APPROACHING VENICE on the excitingly speedy vaporetto (No 4.2), which has a pointed prow and leans backwards when it accelerates, so that passengers in the open air in the stern are below the water level of the kicking wake as it makes miniature rainbows in the January sunshine – approaching Venice like that, I was reminded of something by a prominent brickwork campanile.
It was too much like an industrial chimney to appeal straightforwardly, but the shape at the top resembled the beloved British telephone box, the K2, designed by Giles Gilbert Scott.
The kiosk is topped with a segmental pediment on each side, and so is the campanile.
The tower turned out to belong to the church of Santa Maria dell’Orto. This church has a whacking great Gothic interior behind a modest facade cheered by a statue of St Christopher. To him the church was dedicated, taking its popular name from a solid but winning four
teenth-century statue of the Virgin and Child once apparently left out in an orchard.
I won’t go on any more about architecture because I had in mind the interesting challenge of going to church in Venice. It’s easy to visit bucketfuls of churches, especially if one is happy, having come all this way, paying three euros to do the tourism. In that way, Santa Maria dell’Orto is ideal, a crowd-free walk from the vaporetto stop named after it – or more interestingly, from the San Marcuola stop on the Grand Canal, via the Ghetto and the Campo dei Mori with its curious old life-size figures with great stone turbans mounted on the walls of houses.
The question is where to go to Mass. St Mark’s seems to discourage the habit on Sundays. The authorities may wish to prevent sightseeing under the guise of piety. But if you turn up for the 6.45pm vigil Mass, you find the main doors closed. Entrance is by an unmarked door in the north facade, through a curtain. It’s an astonishing place to worship, but the music isn’t up to much and the congregation fills only a few rows.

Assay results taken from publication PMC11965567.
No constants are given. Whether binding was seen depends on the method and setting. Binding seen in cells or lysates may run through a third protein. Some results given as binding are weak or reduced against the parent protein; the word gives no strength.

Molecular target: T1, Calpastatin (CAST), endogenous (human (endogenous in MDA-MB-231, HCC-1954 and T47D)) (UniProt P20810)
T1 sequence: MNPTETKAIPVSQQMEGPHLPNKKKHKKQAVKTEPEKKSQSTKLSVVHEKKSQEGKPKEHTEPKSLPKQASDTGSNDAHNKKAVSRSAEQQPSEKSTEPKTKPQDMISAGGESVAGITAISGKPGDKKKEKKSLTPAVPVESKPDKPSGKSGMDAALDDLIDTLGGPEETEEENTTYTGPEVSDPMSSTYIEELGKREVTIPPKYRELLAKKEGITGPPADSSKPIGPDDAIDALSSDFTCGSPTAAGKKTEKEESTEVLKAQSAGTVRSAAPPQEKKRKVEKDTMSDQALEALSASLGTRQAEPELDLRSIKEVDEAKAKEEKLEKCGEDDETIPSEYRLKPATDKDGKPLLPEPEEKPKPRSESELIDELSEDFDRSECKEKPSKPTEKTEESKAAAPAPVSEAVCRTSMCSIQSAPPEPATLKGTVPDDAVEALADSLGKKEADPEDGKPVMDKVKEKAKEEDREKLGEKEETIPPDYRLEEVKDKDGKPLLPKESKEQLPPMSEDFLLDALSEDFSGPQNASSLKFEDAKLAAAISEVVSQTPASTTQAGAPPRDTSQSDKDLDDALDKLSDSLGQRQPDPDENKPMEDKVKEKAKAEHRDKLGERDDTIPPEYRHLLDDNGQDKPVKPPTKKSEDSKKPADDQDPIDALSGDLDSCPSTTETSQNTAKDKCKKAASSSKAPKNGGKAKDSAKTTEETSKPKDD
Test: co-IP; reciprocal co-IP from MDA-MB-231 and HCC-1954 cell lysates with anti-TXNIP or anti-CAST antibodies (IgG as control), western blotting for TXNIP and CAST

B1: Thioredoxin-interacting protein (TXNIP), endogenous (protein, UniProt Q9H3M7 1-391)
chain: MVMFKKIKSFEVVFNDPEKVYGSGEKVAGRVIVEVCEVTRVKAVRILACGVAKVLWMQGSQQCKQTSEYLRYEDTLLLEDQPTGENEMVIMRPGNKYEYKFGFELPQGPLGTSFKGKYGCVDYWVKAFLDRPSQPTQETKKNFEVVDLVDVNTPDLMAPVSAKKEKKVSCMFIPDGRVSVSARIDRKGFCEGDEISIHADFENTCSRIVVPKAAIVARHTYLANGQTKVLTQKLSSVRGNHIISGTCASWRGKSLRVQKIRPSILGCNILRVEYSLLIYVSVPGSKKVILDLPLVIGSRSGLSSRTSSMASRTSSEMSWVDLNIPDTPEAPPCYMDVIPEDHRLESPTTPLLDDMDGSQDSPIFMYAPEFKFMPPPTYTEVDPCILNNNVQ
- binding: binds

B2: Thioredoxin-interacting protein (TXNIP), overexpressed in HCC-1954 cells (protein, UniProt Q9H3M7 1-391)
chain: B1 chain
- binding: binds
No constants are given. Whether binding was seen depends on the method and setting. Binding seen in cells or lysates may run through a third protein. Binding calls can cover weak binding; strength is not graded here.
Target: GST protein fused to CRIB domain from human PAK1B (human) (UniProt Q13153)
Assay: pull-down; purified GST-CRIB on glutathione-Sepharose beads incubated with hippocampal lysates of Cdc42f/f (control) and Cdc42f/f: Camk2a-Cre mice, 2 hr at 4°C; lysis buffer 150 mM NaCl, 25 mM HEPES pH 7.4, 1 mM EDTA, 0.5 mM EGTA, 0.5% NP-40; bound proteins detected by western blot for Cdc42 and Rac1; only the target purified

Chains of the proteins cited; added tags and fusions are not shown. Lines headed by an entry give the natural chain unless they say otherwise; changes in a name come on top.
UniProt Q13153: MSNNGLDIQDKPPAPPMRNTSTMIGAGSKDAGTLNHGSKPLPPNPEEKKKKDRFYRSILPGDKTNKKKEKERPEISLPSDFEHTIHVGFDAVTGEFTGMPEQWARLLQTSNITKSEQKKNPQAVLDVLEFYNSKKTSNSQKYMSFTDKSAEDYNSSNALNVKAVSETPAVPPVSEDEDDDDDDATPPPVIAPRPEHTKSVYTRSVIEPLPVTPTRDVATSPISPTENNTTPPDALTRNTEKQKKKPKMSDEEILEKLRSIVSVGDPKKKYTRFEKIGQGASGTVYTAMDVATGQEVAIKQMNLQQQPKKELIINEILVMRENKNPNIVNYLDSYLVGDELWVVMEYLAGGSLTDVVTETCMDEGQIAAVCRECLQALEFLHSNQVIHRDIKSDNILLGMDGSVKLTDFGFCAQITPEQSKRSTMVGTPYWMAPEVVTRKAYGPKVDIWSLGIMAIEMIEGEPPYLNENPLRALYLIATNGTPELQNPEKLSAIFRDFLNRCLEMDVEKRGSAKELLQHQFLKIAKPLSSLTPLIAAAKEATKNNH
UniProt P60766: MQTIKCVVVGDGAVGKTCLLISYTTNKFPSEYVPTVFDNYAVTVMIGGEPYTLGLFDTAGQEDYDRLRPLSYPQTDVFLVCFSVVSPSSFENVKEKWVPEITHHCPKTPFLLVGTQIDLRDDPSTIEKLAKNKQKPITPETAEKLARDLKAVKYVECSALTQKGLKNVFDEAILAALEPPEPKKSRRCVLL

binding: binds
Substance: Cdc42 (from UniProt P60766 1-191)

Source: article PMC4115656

For a weekday Mass, I have a soft spot for Santo Stefano, with its alarmingly leaning campanile and a Gothic interior even vaster than Santa Maria dell’Orto, freezingly, damply cold. Mass is usually at 7pm, and the handful of dear old Venetians take refuge in the warm little chapel where the Blessed Sacrament is reserved. They all know each other and enquire in a friendly way where the stranger is from, too.
“HERE YOU ARE,” said the proprietrix of the Vecio Fritolin triumphantly. Fish are slippery things to translate, and I was delighted when she produced for me, like some family Bible, a book by the late Alan Davidson, authoritatively establishing that turbot in Italian is rombo (not because it rumbles but because it is a rhombus or diamond shape).
What I protest about is the northern Italian habit of calling a croissant a brioche. When Marie Antoinette, according to unreliable Rousseau, said “Qu’ils mangent de la brioche”, she wasn’t thinking of flaky-pastry croissants but bunlike goods.
It is to Alan Davidson again that I am grateful for exploding the myth that croissants owe their identity to bakers who raised the alarm on hearing Turks attempting to tunnel under the walls of Budapest in 1686. He ran the myth to earth in the first edition of the Larousse Gastronomique. So this immemorial tradition originated only in 1938.
ENTRY TO ST MARK’S is free (compared with £22 for Westminster Abbey), but an incomparable bargain is to pay five euros to climb 40 steep steps that did my knee joints no favours, up to see the glorious bronze horses, and the most captivating view (if you like views) in Europe, not into ugly St Mark’s Square, made worse by Napoleon’s demolition of the Church of San Geminiano that used to punctuate the west wide, but down the Piazzetta, past the Doge’s Palace and between the gigantic pillars with the lion of St Mark and the crocodile of St Theodore, across the aquamarine sea to San Giorgio Maggiore. What surprised me most, though, was inside the basilica. The centre of the mosaic dome of Pentecost depicts the Holy Spirit as a dove sitting on a cushioned throne. It is most striking.
Christopher Howse is an assistant editor of The Daily Telegraph.